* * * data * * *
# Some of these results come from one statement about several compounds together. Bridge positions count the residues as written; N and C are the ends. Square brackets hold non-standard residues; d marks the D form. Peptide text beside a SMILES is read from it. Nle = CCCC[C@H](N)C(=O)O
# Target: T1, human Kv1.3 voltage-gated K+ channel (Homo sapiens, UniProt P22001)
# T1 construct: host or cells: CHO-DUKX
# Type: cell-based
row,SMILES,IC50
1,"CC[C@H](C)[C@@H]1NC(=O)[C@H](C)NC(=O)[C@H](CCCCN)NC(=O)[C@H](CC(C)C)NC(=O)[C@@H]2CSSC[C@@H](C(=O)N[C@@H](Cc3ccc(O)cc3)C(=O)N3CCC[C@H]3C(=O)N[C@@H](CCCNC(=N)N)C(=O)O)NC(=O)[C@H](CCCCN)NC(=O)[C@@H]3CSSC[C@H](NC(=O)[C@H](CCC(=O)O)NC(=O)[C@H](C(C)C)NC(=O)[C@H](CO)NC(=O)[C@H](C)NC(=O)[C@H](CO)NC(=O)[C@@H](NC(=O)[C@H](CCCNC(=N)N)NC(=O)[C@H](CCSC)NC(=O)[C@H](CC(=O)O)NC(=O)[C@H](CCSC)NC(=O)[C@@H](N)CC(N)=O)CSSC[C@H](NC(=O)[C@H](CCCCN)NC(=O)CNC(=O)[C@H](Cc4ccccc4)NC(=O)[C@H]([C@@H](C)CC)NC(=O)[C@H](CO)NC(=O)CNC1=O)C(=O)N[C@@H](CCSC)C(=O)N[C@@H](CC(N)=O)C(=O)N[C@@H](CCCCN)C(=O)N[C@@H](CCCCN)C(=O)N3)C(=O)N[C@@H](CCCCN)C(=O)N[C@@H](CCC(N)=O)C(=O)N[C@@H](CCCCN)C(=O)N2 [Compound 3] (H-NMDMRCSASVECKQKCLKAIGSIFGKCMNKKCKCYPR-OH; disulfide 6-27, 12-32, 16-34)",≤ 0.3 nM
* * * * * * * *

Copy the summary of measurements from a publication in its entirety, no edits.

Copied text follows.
# Some of these results come from one statement about several compounds together. Bridge positions count the residues as written; N and C are the ends. Square brackets hold non-standard residues; d marks the D form. Peptide text beside a SMILES is read from it. Nle = CCCC[C@H](N)C(=O)O
# Target: T1, human Kv1.3 voltage-gated K+ channel (Homo sapiens, UniProt P22001)
# T1 construct: host or cells: CHO-DUKX
# Type: cell-based
row,SMILES,IC50
1,"CC[C@H](C)[C@@H]1NC(=O)[C@H](C)NC(=O)[C@H](CCCCN)NC(=O)[C@H](CC(C)C)NC(=O)[C@@H]2CSSC[C@@H](C(=O)N[C@@H](Cc3ccc(O)cc3)C(=O)N3CCC[C@H]3C(=O)N[C@@H](CCCNC(=N)N)C(=O)O)NC(=O)[C@H](CCCCN)NC(=O)[C@@H]3CSSC[C@H](NC(=O)[C@H](CCC(=O)O)NC(=O)[C@H](C(C)C)NC(=O)[C@H](CO)NC(=O)[C@H](C)NC(=O)[C@H](CO)NC(=O)[C@@H](NC(=O)[C@H](CCCNC(=N)N)NC(=O)[C@H](CCSC)NC(=O)[C@H](CC(=O)O)NC(=O)[C@H](CCSC)NC(=O)[C@@H](N)CC(N)=O)CSSC[C@H](NC(=O)[C@H](CCCCN)NC(=O)CNC(=O)[C@H](Cc4ccccc4)NC(=O)[C@H]([C@@H](C)CC)NC(=O)[C@H](CO)NC(=O)CNC1=O)C(=O)N[C@@H](CCSC)C(=O)N[C@@H](CC(N)=O)C(=O)N[C@@H](CCCCN)C(=O)N[C@@H](CCCCN)C(=O)N3)C(=O)N[C@@H](CCCCN)C(=O)N[C@@H](CCC(N)=O)C(=O)N[C@@H](CCCCN)C(=O)N2 [Compound 3] (H-NMDMRCSASVECKQKCLKAIGSIFGKCMNKKCKCYPR-OH; disulfide 6-27, 12-32, 16-34)",≤ 0.3 nM